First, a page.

Style rites of passage and dressing like a Parisienne
The purpose of that teenage trip to Brittany was ostensibly to learn French. However, that plan was hijacked - grammar went out the window and my journey turned into a month-long fashion adventure, a style-fuelled rite of passage as I was introduced to the foundations of French dressing.
Four weeks later, I returned home armed with aspirations to French-ify my life, and wardrobe. I converted school friends to blue mascara and we scoured Irish stores for navy pea coats and Breton tops - but only the authentic ones where the stripes start on the shoulders. I loved the combination of white jeans or dark denims with 'les tropeziennes,' strappy flat sandals. College, a career and two kids later, many of those fundamental wardrobe pieces I spied back then and logged in my teenager notebook remain core building blocks of a modern, authentic Gallic wardrobe.
The French have an incredibly strong sense of who they are and it intrigues me just how much the French women work the same fashion template and really look after their clothes and accessories, buying well and passing pieces on. On Sunday afternoons in Paris, you can spot three generations of the same family all looking effortlessly chic, working the core values of their modern day national heroine, designer Isabel Marant. Isabel deftly toughens up any look with a hard v soft, masculine v feminine contradiction.
All three generations can work the iconic Chanel jacket, with its edge to edge beauty, and make it hum with age-appropriate originality. A teenager will spin it with jeans, a logo tee, paste jewellery and ballerina flats, while grandmama rocks the tweed jacket with slim skirt, pearls and patent quilted bag.
Mama, meanwhile, will probably work it like style icon Ines de la Fressange, muse for Yves Saint Laurent and whose book, Parisian Chic, features on our fashion special on pages 22-23. Ines is typical of the sassy French woman who teams a wool sweater with a ballgown or leather biker jacket with an LBD. She respects the power of the trench coat and tux jacket and says that navy blue is "risk free", unless you wear it with yellow in which case, she warns, "you are sailing dangerously close to the brand colours of a certain Swedish furniture store".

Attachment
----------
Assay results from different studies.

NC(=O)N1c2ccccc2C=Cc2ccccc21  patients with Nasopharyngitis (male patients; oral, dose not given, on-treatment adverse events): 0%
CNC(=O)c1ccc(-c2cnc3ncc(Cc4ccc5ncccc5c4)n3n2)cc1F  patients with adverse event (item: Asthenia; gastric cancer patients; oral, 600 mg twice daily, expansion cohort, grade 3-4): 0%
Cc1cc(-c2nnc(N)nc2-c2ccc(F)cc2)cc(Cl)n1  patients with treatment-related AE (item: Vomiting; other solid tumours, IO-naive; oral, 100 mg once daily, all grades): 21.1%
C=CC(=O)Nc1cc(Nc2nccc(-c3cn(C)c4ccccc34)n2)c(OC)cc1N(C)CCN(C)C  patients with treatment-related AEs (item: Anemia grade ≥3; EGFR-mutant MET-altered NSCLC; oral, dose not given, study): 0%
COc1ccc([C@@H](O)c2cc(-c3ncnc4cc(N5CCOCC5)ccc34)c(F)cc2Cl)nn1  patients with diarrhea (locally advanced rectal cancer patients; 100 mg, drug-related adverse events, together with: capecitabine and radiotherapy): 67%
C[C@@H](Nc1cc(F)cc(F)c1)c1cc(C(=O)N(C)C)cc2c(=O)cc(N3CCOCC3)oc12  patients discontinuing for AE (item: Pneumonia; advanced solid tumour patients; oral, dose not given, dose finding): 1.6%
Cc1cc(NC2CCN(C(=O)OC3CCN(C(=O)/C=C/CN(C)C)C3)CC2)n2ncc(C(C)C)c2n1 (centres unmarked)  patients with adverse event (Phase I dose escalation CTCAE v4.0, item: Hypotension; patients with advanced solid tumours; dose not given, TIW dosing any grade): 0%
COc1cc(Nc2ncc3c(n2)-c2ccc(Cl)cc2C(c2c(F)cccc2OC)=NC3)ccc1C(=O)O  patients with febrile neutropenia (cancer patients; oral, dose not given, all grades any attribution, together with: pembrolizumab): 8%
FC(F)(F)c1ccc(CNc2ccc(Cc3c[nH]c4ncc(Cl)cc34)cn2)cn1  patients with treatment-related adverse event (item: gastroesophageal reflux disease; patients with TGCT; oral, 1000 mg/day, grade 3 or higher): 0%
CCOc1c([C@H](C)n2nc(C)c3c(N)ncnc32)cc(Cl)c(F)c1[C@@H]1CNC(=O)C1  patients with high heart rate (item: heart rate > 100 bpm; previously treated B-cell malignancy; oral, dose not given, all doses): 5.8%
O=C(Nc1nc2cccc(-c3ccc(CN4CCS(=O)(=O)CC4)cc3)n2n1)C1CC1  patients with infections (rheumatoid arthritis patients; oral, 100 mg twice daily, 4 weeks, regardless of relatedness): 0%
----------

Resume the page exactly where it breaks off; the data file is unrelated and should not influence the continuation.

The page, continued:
French brand The Kooples excel at refined tailoring and it has just opened a store at Kildare Village outlet mall. Meanwhile, high street giants Next have launched a new online service for Irish customers. Order by 10pm for free next day delivery on orders. Terms and conditions apply. See nextdirect.com
Paris in the spring
The new Carolyn Donnelly The Edit collection, which has just landed into branches of Dunnes Stores, is ideal for spring breaks away. Carolyn's draped boil wool coat, €159, features a pretty waterfall front and also comes in a cardi style. Both looks are available in cream and a very flattering greyish shade called 'oyster'. The French love their big jumpers, worn baggy over jeans or leather leggings.
The cream cotton Aran-style jumper in The Edit costs €69 and is a good weight, cosy without being too hot and it is also available in silver grey. I have a growing affection for cross body bags and Carolyn's black leather, fold-down style, €119, is pictured here with a white, collarless, cotton shirt, €79, which has an uber-cute bib front in pique - really handy for weekends away as it works equally well by day with jeans or for dinner with glam trousers and chandelier earrings along with a smokey eye. All in all, solid closet building-blocks here from Carolyn Donnelly. dunnesstores.com
Pictures: James Gould